Further examination of dividing cells by negative-staining TEM on detergent-extracted whole-mount cytoskeletons has produced a series of high-resolution images of the flagella connector. In Fig. 1B,C, negative staining allows the visualization of three different areas of electron transparency separated by two areas of stain penetration, which describes a trilaminar structure. The overall width of this trilaminar structure is ∼90nm (Fig. 1C). The central core layer 2 is ∼18 nm wide and is the thickest of the three layers. The layer closest to the old axoneme (layer 3) is the next thickest layer at ∼16 nm, with the layer closest to the tip of the new flagellum (layer 1) being the thinnest at ∼13 nm. This layer is connected to the tip of the new axoneme by a set of filaments. There is therefore a pronounced asymmetry in the structure and interactions of the trilaminar core structure and the axonemes of the new and old flagella.
The trilaminar core structure of the connector extends for ∼400 nm, running parallel to the axis of the microtubules of the old flagellum. Overall, the filaments and trilaminar structure present a roughly triangular appearance for the flagella connector in these types of negative stain preparations. Significantly this structure has only ever been observed at the end of the new flagellum; it is not present, nor have we ever observed any structural remnants, at the end of the old flagellum (Fig. 1D).
Visualization of the flagella connector by thin-section TEM
We then asked whether it would be possible to visualize the flagella connector structure by thin-section EM. Although trypanosomes are biflagellate for approximately half of the cell cycle (possessing an elongating `new' flagellum and a fully elongated `old' flagellum) (Sherwin and Gull, 1989a; Woodward and Gull, 1990), there is no easy way to enrich for preparations of the flagella connector. Therefore, trypanosome cells were simply fixed and processed for analysis by thin-section EM and an extensive search undertaken for the flagella connector structure. This approach generated several images that revealed a significant set of additional features to those already recognized in cytoskeletal preparations.
Because of the strict cytological positioning rules that apply during trypanosome morphogenesis, the new flagellum is always present on the left-hand side of the old flagellum when the cell is viewed from the posterior end. In electron micrographs, this polarity can be determined because of the axial polarity of the outer microtubule doublets and associated dynein arms (Sherwin and Gull, 1989a). All micrographs in Fig. 2 are oriented such that the old flagellum is on the right and the new flagellum is on the left. The flagella connector was only observed when a section passed through the distal tip of the new flagellum (Fig. 2A). Structural clues in the micrographs allow us to know that such sections are at the distal tip of the new flagellum as there is no accompanying PFR in the new flagellum, no underlying FAZ connection to the cell body and often no full set of microtubules. These are the expected features given the timing of morphogenesis of each component determined previously (Kohl et al., 1999).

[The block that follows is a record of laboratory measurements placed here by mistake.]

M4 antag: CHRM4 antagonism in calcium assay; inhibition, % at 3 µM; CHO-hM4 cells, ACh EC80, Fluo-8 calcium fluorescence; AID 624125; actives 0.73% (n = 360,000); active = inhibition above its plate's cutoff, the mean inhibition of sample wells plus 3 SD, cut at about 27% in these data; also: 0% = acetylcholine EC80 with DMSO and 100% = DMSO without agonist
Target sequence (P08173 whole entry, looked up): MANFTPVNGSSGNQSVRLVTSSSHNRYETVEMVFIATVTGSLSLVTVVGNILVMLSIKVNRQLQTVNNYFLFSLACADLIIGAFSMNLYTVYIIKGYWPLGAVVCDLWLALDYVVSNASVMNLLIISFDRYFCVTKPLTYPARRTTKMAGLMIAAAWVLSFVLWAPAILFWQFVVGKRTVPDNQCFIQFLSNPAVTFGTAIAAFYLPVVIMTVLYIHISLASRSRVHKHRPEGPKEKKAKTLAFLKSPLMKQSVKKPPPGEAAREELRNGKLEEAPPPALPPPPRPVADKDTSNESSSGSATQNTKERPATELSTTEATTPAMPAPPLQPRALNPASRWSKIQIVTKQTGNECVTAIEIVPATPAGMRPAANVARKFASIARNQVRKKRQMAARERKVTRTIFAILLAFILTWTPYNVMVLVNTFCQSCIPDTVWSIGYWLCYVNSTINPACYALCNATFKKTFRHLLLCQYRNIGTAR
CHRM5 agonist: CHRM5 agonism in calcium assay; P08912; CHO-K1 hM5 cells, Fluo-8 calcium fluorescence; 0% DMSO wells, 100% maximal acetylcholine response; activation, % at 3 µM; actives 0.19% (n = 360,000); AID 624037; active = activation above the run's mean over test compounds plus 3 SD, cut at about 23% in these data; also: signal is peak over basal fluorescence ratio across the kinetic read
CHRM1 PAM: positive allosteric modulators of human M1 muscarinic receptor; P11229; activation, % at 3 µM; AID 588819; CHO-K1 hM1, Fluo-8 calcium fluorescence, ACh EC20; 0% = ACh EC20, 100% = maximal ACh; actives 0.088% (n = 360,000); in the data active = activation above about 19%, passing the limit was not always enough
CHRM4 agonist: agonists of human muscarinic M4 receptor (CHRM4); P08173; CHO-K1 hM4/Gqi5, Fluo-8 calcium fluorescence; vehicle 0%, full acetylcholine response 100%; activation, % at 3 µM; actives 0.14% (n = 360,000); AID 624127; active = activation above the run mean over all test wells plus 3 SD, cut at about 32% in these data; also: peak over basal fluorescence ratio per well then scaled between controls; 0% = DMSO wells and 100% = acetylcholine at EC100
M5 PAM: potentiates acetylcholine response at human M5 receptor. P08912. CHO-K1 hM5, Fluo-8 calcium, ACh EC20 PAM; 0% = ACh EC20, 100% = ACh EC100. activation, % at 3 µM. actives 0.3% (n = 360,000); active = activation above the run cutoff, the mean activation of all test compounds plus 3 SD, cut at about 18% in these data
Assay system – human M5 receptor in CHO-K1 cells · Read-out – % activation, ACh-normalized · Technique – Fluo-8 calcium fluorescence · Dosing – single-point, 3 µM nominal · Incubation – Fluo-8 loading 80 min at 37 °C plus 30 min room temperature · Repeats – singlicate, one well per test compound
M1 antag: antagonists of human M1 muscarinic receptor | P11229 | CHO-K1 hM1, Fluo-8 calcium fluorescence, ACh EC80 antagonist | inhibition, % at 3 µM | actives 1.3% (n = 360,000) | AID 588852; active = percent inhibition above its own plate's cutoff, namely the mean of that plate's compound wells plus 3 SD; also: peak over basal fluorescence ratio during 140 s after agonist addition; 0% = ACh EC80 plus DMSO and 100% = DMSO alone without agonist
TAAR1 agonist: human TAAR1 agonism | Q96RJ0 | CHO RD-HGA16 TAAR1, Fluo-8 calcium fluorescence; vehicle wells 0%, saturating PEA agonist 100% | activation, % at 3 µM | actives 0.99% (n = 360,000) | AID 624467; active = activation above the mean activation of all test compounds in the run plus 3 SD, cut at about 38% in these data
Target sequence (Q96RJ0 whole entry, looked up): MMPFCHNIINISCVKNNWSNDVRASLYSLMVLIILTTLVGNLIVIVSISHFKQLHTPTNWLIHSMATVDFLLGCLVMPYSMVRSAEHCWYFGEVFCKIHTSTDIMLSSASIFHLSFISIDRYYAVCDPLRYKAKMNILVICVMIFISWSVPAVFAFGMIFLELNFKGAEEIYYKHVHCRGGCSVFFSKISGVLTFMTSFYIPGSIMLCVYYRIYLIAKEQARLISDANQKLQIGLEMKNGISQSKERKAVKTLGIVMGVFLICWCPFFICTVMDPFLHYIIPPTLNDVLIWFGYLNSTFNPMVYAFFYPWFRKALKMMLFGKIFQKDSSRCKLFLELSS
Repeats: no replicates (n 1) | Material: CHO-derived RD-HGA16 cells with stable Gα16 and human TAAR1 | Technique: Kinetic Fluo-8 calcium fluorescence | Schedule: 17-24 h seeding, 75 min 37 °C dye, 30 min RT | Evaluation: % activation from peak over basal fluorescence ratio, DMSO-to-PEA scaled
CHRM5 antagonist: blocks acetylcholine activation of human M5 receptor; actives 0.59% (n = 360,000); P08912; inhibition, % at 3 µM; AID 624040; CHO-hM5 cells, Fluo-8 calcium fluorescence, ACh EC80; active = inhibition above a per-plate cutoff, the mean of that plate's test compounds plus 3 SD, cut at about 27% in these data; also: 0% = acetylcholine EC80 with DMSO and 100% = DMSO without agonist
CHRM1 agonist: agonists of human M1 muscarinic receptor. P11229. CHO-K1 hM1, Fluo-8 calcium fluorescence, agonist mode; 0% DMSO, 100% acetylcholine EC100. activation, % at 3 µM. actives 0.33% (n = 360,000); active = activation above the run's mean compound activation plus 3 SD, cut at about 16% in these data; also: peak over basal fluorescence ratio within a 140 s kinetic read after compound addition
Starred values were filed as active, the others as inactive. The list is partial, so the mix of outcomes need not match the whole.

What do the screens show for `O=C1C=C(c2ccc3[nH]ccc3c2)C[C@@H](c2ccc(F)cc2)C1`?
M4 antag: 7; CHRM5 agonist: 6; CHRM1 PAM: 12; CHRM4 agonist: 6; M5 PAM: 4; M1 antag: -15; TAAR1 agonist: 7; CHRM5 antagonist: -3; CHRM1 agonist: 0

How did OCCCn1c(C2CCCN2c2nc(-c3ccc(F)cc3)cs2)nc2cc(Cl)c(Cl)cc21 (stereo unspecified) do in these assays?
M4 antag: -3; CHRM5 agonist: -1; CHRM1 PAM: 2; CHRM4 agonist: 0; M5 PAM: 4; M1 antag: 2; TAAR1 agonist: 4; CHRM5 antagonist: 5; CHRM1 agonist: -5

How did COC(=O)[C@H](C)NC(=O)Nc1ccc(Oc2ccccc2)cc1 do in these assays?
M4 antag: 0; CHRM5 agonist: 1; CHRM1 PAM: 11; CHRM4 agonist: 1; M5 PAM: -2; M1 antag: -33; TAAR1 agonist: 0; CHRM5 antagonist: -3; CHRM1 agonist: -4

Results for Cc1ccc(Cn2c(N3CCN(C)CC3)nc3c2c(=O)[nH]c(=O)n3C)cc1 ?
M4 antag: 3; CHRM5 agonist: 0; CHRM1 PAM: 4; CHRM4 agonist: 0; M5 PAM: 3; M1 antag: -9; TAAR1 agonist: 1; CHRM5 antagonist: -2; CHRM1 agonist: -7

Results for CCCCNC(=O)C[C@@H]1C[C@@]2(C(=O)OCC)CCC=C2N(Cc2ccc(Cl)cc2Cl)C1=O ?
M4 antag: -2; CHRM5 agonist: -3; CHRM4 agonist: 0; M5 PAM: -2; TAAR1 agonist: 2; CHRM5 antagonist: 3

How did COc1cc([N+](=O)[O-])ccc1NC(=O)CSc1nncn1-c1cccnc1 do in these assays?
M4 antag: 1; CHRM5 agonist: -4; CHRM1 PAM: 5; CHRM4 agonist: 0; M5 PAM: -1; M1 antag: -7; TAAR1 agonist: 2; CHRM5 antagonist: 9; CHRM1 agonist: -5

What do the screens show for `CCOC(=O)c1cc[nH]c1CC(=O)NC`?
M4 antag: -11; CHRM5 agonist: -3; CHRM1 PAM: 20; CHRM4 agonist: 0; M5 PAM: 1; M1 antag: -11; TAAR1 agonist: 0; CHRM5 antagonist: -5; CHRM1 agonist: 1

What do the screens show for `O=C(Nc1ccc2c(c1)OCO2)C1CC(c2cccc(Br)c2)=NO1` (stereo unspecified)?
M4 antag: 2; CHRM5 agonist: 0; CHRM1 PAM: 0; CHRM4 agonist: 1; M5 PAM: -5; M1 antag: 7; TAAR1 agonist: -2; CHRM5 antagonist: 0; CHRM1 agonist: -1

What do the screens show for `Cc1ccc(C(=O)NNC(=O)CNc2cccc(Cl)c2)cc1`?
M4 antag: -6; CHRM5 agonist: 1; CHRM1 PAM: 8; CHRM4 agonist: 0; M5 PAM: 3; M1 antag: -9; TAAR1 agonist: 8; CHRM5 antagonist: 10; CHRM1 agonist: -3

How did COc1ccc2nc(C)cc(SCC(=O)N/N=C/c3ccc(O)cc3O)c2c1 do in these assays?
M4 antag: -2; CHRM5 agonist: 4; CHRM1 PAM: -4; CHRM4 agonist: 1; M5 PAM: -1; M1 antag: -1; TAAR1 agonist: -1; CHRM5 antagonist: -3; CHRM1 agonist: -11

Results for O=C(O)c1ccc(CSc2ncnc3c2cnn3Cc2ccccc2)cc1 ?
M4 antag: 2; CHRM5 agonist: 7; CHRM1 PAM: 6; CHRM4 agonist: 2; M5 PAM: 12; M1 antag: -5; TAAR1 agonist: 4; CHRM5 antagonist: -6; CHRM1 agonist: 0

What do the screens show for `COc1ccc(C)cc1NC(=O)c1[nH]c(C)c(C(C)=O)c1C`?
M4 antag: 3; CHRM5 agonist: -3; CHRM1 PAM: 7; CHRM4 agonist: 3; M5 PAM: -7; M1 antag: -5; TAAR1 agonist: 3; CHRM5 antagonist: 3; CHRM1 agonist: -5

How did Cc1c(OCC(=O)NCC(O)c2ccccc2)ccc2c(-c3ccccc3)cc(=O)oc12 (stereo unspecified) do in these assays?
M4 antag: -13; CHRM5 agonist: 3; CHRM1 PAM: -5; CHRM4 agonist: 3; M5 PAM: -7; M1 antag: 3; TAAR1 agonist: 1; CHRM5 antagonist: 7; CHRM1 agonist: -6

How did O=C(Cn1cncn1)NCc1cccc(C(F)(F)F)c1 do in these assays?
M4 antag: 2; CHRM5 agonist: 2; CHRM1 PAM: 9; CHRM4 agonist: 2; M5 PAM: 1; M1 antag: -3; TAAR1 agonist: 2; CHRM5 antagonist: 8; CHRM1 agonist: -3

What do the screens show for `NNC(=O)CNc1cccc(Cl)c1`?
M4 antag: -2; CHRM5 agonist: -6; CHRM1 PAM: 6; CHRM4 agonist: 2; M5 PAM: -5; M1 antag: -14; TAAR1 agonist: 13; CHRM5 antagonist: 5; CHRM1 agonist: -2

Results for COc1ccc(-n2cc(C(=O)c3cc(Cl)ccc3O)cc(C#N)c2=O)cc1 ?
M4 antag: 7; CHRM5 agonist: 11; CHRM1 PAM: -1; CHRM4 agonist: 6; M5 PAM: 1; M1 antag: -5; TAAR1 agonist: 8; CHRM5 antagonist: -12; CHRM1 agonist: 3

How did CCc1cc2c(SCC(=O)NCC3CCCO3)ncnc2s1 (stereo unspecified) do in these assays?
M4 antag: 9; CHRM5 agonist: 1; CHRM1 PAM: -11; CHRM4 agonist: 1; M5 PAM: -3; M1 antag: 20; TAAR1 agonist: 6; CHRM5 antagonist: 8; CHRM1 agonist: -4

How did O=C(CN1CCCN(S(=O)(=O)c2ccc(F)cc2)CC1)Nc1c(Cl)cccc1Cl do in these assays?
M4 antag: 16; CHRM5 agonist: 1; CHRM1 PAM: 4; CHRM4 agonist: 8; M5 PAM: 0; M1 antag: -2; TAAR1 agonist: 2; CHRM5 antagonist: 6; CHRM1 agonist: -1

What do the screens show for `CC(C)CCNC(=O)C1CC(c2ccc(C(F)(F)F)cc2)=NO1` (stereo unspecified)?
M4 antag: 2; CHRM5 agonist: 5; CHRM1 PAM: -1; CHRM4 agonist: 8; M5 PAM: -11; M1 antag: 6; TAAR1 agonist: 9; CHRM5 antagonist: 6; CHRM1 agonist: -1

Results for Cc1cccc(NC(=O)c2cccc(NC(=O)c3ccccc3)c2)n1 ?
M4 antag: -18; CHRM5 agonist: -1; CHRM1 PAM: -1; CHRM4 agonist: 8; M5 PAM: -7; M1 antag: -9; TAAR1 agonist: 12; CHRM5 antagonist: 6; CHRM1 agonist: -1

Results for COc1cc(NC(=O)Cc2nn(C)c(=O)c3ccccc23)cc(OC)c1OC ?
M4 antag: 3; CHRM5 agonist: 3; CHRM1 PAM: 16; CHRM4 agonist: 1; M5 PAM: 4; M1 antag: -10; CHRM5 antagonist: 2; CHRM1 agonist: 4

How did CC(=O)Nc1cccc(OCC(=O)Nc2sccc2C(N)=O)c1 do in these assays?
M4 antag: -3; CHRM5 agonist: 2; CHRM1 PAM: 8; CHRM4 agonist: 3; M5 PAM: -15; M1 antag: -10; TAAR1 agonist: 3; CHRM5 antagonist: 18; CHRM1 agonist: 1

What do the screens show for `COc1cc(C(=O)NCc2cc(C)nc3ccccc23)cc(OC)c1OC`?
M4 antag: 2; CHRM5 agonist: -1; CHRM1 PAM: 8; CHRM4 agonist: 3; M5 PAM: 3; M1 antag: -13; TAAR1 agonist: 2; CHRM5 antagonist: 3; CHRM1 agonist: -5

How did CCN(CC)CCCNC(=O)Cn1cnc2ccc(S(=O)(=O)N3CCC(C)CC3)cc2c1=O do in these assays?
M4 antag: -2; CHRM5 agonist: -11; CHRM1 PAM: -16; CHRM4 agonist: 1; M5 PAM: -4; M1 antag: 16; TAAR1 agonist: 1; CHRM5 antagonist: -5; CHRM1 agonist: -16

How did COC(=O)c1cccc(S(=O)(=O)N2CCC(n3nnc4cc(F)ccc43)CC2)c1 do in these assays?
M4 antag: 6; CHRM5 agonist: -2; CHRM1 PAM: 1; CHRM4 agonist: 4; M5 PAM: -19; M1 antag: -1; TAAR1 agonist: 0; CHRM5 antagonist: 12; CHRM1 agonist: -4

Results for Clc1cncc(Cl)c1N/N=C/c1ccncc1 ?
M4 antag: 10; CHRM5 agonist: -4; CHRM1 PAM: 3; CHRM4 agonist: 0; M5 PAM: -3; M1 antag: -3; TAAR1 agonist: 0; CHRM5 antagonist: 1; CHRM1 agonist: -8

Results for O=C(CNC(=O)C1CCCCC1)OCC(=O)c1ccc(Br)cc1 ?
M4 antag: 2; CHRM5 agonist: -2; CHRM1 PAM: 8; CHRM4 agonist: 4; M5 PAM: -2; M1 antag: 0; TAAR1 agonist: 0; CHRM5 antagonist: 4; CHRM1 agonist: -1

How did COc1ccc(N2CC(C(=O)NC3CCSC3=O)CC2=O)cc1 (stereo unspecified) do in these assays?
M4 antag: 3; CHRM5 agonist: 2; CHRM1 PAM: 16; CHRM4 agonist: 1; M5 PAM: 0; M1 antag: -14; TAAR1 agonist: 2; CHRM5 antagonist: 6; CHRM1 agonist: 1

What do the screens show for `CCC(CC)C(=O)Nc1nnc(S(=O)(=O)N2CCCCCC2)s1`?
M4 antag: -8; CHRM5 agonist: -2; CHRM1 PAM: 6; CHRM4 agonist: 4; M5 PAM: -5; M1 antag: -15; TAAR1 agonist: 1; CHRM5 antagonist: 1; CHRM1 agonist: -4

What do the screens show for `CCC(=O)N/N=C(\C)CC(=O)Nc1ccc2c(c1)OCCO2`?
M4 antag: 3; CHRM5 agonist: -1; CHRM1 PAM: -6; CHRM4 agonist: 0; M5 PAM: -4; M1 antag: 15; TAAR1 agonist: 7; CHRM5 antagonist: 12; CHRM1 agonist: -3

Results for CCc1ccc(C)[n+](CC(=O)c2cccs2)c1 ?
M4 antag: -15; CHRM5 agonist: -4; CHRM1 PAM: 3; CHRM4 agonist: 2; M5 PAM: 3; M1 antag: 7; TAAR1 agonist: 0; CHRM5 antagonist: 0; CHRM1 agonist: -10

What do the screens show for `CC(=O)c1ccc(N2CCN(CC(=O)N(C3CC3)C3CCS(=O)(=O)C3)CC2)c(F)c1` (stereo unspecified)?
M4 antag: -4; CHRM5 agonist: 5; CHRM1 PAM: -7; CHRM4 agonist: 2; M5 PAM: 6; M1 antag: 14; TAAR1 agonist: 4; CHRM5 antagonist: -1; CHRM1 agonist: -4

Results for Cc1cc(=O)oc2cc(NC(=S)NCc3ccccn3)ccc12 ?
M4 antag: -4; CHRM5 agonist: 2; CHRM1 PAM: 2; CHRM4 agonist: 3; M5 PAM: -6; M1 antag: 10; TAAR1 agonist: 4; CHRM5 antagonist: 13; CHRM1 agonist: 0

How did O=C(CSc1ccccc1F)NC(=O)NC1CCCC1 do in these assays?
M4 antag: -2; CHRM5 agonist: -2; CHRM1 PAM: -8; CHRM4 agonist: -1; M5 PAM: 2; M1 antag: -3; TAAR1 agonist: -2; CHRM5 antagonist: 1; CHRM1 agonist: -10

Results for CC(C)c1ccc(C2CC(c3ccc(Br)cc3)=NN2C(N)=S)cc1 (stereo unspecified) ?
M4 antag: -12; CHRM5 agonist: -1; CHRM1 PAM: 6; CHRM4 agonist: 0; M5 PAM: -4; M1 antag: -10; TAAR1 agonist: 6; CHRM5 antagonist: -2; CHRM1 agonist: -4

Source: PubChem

The flagella connector can be seen in Fig. 2A as a region where the membranes of the new and old flagella are juxtaposed and have a greater electron density and more linear profile. The increased electron density of the membranes is organized in three distinct zones, each associated with plate-like areas of electron density within both the old and the new flagella (Fig. 2A, Fig. 3). We observe that the three plates within the old flagellum are more extensive (∼20 nm wide) than those of the new (∼15 nm wide), again emphasizing the asymmetric nature of the flagella connector. Behind these plates, we can observe electron-dense filamentous extensions leading back to specific axonemal microtubules. Owing to the invariant linkages between specific outer doublets of the axoneme and the PFR (Sherwin and Gull, 1989a), we can unambiguously assign these connections to axonemal outer microtubule doublets 7, 8 and 9 in the old flagellum. It is more difficult to assign the connections between the three plates in the new flagellum to particular axonemal doublets because of the absence of a PFR at this region.
The intraflagellar plates and the specialized flagellar membrane zones are reflected in three further discrete zones of electron-dense material between the opposing flagellar membranes. Each of these interstitial zones is symmetrical and contains three separate layers of electron-dense material running parallel to the membranes with the central layer having a greater electron density than the two outer layers. The interstitial zone is around 32 nm wide.
Based upon the analysis of many thin section and negative staining transmission electron micrographs, we have constructed a schematic interpretation of the ultrastructure of the flagella connector (Fig. 3). Our present interpretation of the flagella connector structure is that the membrane of each flagellum is linked by means of intraflagellar filamentous structures to the microtubules of the respective flagellar axonemes. Between the membranes of the new and the old flagellum, we propose the existence of transmembrane protein components linking the membranes of the new and old flagellum via the interstitial central material. Our current evidence indicates that the flagella connector involves intraflagellar connections to axonemal outer doublets 7-9 of the old flagellum.